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What lessons can we learn about genetically engineered organisms from the example of the jabberjay, a fictional bird in the movie “The Hunger Games”?
In this lesson, you will define genetically modified organisms, learn about the risks and benefits of research on G.M.O.’s, explore the growing do-it-yourself biology movement, and develop proposals seeking to either restrict or permit research into genetically modifying the avian flu virus.
Learners will then have an interactive experience with a simulation on TransGen Island to explore scientific and moral issues of genetic modification (transgenic salmon). Within the virtual environment, you will be able to gather data, analyze the data, and produce a final report. While doing so, you must deal with ethical issues in data integrity, environmental impact, and animal welfare.
Ready to get started? Let's go!
- define genetically modified organisms,
- reflect on the risks and benefits of research on G.M.O.’s
- evaluate the growing do-it-yourself biology movement
- develop proposals seeking to either restrict or permit research into genetically modifying the avian flu virus.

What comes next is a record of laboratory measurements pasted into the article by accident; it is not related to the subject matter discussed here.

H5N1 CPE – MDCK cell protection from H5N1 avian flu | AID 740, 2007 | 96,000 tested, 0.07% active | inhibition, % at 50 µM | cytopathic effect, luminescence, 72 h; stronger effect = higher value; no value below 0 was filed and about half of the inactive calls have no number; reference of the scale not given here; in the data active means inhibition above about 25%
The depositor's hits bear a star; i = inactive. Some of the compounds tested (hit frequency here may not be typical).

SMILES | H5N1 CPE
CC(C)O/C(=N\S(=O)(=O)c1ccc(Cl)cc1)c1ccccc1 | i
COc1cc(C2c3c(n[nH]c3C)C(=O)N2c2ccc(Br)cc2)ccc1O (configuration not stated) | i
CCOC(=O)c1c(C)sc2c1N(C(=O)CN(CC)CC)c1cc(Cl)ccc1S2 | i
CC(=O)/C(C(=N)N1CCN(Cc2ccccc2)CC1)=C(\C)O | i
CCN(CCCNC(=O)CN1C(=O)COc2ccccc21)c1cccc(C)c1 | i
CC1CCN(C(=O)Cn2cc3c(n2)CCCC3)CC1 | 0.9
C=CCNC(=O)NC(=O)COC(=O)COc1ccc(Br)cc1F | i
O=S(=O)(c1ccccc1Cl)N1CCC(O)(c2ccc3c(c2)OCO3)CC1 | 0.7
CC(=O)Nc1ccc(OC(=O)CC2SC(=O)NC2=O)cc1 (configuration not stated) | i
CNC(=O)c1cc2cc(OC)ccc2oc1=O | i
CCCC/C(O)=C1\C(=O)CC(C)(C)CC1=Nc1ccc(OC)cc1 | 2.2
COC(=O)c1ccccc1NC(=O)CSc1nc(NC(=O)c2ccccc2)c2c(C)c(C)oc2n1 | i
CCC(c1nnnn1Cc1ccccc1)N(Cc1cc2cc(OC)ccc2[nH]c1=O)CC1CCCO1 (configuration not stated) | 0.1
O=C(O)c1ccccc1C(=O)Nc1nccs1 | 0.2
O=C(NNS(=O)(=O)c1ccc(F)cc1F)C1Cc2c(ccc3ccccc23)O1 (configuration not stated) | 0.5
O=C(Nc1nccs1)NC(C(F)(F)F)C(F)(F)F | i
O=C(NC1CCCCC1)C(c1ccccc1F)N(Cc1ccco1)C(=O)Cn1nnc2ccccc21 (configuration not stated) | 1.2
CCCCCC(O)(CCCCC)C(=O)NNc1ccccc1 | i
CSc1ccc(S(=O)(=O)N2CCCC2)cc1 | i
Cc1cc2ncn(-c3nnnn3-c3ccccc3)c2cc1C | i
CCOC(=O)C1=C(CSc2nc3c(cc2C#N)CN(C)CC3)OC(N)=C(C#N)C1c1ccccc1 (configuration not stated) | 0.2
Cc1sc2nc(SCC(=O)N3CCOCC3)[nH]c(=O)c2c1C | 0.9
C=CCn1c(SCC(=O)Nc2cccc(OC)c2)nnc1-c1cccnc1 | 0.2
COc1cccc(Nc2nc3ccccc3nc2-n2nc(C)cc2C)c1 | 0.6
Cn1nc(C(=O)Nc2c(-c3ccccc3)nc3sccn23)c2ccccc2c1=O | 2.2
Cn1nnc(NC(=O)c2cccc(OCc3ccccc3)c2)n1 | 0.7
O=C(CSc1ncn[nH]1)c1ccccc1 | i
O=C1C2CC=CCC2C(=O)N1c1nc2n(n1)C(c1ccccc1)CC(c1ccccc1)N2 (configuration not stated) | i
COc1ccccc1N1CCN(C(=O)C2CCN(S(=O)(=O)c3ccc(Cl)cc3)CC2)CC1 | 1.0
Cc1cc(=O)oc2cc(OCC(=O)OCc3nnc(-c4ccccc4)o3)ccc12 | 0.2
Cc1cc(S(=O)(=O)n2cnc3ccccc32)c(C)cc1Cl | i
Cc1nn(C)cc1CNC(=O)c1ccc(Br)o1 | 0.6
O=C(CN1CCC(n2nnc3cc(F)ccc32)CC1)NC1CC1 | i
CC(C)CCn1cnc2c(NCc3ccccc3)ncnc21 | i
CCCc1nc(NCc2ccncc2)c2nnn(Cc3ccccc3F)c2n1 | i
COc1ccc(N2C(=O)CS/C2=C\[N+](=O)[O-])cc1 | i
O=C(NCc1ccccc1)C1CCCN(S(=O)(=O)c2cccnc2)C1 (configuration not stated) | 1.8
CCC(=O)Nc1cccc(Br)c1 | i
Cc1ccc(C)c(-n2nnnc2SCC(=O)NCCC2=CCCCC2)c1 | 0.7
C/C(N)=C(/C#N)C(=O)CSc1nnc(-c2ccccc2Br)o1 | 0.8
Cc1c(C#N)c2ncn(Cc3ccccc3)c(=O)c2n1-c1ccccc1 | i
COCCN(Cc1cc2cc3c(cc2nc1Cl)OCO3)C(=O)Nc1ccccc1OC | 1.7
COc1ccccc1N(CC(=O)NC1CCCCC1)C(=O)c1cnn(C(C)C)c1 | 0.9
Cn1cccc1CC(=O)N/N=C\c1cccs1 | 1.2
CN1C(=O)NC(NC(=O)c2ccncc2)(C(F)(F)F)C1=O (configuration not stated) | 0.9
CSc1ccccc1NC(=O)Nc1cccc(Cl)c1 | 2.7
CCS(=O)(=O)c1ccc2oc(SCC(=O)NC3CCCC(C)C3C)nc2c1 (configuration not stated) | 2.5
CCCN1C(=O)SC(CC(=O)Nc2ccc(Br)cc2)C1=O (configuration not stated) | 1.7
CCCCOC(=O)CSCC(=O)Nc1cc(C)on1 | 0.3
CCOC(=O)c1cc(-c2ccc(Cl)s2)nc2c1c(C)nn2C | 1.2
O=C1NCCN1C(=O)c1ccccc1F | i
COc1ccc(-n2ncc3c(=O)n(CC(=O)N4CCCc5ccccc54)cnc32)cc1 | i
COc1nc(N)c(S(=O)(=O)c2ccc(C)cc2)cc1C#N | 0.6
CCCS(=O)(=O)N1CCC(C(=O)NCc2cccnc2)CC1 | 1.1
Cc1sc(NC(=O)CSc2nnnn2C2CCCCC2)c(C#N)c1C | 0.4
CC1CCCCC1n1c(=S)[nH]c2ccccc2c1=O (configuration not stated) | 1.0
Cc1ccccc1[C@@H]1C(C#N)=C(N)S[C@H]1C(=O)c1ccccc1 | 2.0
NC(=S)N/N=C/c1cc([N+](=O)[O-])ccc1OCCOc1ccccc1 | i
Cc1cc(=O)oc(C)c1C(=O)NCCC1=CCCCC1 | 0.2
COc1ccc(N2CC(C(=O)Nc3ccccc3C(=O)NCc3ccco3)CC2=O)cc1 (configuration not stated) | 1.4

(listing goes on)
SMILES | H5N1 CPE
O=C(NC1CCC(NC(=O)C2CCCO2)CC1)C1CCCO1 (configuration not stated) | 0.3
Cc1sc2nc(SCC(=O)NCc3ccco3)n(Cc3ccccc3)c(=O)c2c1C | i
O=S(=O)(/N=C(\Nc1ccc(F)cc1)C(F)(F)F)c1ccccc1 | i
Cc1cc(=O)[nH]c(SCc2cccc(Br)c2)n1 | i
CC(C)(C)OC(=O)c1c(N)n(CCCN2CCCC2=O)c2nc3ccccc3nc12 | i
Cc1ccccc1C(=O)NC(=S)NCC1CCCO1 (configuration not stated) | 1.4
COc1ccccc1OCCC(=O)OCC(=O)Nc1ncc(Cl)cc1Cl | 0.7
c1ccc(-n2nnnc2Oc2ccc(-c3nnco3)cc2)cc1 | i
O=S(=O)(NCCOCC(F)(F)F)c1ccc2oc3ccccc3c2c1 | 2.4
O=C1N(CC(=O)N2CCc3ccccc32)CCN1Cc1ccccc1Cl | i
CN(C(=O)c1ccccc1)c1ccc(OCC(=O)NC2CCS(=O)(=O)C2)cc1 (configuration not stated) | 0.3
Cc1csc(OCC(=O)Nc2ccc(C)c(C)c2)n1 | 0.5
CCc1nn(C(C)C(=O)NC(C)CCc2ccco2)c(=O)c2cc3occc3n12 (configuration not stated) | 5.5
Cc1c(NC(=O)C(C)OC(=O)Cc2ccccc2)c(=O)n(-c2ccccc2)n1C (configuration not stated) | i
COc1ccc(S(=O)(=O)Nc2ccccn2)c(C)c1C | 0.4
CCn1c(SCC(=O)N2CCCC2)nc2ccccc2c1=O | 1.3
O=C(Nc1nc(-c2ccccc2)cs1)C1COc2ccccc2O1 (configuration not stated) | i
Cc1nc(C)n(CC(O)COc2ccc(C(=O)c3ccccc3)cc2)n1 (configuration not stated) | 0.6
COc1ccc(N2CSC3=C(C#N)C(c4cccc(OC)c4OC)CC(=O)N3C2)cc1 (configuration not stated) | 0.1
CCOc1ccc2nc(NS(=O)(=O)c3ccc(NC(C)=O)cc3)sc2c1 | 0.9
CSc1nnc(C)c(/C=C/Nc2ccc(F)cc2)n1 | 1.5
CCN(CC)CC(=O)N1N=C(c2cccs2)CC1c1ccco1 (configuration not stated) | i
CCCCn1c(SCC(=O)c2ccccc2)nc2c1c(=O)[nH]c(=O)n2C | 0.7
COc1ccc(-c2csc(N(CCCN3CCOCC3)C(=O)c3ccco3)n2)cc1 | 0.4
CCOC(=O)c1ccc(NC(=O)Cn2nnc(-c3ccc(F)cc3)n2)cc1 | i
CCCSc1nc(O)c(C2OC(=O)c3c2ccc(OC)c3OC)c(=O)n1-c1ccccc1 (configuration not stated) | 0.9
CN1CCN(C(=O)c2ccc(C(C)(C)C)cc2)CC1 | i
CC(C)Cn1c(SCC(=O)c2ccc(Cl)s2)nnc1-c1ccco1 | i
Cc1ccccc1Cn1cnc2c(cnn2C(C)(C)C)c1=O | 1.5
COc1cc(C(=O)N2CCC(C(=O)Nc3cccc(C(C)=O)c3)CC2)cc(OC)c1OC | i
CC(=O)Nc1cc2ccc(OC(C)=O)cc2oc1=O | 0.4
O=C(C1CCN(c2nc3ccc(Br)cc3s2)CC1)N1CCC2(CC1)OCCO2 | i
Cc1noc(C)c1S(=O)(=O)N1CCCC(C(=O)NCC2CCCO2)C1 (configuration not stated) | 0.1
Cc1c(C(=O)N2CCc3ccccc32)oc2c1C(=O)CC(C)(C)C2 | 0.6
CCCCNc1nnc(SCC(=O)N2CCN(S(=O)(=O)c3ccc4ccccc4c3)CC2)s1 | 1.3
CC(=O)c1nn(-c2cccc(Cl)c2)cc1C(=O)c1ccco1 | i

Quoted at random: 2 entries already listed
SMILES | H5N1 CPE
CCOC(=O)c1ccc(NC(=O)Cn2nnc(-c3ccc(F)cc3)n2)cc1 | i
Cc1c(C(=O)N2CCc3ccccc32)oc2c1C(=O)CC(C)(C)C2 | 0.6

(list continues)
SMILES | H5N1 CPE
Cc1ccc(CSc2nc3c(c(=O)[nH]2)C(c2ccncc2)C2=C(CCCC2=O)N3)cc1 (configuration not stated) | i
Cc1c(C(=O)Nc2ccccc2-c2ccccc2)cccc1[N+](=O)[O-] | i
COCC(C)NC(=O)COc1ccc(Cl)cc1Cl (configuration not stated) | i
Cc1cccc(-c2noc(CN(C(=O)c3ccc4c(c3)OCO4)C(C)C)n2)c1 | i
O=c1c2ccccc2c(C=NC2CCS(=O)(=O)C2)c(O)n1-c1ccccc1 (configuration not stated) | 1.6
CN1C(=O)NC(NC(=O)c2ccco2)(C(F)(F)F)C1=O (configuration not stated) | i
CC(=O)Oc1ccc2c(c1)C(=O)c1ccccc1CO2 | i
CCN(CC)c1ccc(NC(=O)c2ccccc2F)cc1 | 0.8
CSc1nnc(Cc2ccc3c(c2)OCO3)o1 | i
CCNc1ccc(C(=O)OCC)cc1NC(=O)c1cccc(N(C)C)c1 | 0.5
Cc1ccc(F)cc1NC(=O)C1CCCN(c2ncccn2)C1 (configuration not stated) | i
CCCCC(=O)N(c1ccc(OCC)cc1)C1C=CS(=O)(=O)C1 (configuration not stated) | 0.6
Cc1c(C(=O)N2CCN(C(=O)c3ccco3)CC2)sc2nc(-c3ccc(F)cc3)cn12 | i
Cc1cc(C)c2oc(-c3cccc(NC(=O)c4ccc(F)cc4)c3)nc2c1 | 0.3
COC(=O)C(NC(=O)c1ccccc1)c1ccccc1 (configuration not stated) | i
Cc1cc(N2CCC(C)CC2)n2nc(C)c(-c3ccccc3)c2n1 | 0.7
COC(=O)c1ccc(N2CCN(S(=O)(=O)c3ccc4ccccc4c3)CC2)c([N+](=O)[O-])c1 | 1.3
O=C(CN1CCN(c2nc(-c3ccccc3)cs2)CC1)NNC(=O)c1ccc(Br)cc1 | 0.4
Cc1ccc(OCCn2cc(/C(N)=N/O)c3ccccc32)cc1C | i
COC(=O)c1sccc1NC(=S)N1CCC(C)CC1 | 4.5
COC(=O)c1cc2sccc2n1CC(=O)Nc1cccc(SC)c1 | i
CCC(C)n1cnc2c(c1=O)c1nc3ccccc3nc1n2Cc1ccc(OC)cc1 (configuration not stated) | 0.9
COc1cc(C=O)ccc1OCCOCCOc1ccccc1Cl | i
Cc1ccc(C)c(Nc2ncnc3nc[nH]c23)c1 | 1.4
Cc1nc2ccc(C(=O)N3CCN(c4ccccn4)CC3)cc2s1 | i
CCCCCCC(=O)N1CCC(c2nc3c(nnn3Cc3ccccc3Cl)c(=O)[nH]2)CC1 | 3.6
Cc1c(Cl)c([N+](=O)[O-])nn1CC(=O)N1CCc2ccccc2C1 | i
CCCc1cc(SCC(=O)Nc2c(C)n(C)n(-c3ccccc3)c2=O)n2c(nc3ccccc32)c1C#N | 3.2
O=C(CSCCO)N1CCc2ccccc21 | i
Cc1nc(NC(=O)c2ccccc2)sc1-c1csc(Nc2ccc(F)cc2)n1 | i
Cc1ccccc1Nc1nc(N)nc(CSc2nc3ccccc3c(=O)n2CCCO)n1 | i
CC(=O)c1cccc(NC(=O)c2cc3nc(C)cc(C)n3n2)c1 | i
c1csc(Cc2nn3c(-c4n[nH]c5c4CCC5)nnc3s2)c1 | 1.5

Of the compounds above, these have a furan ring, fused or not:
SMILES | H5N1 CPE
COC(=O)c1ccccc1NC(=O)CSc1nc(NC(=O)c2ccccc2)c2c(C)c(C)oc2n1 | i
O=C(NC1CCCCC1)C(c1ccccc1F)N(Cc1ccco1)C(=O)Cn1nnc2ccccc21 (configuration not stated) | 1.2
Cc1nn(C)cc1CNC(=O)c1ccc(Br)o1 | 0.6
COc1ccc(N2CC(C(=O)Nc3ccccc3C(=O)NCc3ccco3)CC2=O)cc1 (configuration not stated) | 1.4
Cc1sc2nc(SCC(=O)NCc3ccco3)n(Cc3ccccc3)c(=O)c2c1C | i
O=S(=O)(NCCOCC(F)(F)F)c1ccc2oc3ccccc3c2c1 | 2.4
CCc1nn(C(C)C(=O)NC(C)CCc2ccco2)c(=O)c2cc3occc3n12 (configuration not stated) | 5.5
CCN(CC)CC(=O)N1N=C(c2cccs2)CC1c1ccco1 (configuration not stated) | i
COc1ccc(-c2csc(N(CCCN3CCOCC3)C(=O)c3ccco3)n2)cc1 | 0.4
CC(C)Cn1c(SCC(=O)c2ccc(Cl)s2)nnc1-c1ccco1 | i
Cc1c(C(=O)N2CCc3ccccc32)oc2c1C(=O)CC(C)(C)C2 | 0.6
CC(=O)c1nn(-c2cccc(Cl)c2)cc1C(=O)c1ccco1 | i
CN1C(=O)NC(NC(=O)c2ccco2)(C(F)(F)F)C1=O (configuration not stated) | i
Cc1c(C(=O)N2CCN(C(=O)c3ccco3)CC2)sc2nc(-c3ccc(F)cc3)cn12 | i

- gather and analyze data on virtual transgenic salmon
- imagine and create hypothetical genetically modified organisms that could be used by governments
- GORMAN, J. (2012). The ‘Hunger Games’ Mockingjay: Fiction, for Now.
- Zimmer, C. (2012). Amateur Biologists Are New Fear in Making a Mutant Flu Virus.
- Quick Poll | Realistic or Not? (Due Monday by 11:55pm, EST)
- Discussion | JabberJay Genetic Engineering Reflection (Due Tuesday by 11:55pm, EST)
- Assignment | Fiction, for Now (Due Thursday, by 11:55pm, EST)
- Presentation | Group Project (Due next Monday by 11:55pm, EST)
- Lab | SciEthics Interactive Simulation & Report (Due in Three Weeks)
Dream up your own genetically modified organisms that could be used by governments. They might find inspiration in this summary of some of the ways government intelligence agencies have sought to use animals in various spy missions, or the potential to use glowing bacteria to encrypt secret messages.
- Create and display illustrations or prototypes of your organism(s), along with information about the origins and special characteristics of each by using Google Draw. Consider sharing your creation on your blog or even just in our general discussion area for extra credit.
Discovery Education, (2002). History's Harvest: Where Food Comes From. [Full Video]. Available from http://www.discoveryeducation.com/